Re: undo/redo

On Wed, Apr 22, 1998 at 12:11:26PM -0700, Seth Alves wrote:

> John Kodis:
> > My preferences, at least for text editors, are:
> >   = Fast, unlimited undo/redo, bound to auto-repeating keys.
> >   = When a file is saved, its edit history is discarded.
> >   = Saves happen w/o confirmation.  Exiting w/o saving modified
> >     buffers requires confirmation.
> Why discard the history when the file is saved?

It provides a convenient way to commit a series of changes to a file
and to drop the history list.  While not the only way of working
(perhaps not even the best way), it does fit in well with the way that
most folks (or me, at least) think about the relationship between
files on disk and buffers in memory.

> Hello.  Is there any interest in a general undo/redo mechanism being
> in the gnome libraries?  Does anyone know of a nice interface for
> this, or existing GPLed implementations (in C)?

I think this would prove useful.  It'd look like a bi-directional
queue, but with the additional feature that it would get automatically
dribbled to disk periodically.  Additionally, methods to set a maximum
size or number of entries could be useful, and an advisory method to
note that entries before a certain point are expendable.

While I'm on the subject, let me point out a couple of differences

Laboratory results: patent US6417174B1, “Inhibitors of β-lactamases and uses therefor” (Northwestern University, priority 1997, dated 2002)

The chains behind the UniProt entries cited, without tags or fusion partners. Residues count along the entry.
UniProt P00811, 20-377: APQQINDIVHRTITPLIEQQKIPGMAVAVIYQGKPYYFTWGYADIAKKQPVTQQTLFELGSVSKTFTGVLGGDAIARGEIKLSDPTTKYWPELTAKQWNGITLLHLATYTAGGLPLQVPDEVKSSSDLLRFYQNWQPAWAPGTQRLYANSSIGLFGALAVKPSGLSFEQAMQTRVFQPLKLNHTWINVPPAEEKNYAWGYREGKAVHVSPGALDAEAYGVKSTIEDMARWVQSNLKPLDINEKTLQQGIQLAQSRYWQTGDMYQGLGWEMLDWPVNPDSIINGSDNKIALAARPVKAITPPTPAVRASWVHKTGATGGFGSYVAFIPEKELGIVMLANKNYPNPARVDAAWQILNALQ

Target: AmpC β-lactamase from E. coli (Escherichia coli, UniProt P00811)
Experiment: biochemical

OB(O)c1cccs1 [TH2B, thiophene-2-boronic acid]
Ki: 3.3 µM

between the undo features of emacs and other editors that I've used.

Emacs provides undo, but to redo it's necessary to break the undo
sequence, then undo previous undos in order to achieve redo (got
that?).  I find the "undo/redo list as a time-line" view much more
intuitive -- undo moves to an earlier point in a file's history, and
redo moves to later points.

Emacs can undo the state of a buffer, but not the state of the editor
as a whole.  For example, if in emacs you kill a line and then undo
the kill, the line is reinserted in the buffer, but is left in the
kill ring.  The editor is in a different state than before.  There are
several problems with this.  It means that the undo history cannot be
used as a crash recovery mechanism.  It seems (again, to me at least)
less intuitive than restoring complete editor state.  It means that
only buffer-changing operations can be undone.  One of the things that
I most frequently used the undo mechanism for was to e.g., return to
somewhere in the middle of a file after a search operation or a jump
to one end of the file.  I find the pop-mark-ring command less
intuitive for this, even on those good days when I can remember what
key sequence it's bound to.

-- John Kodis.

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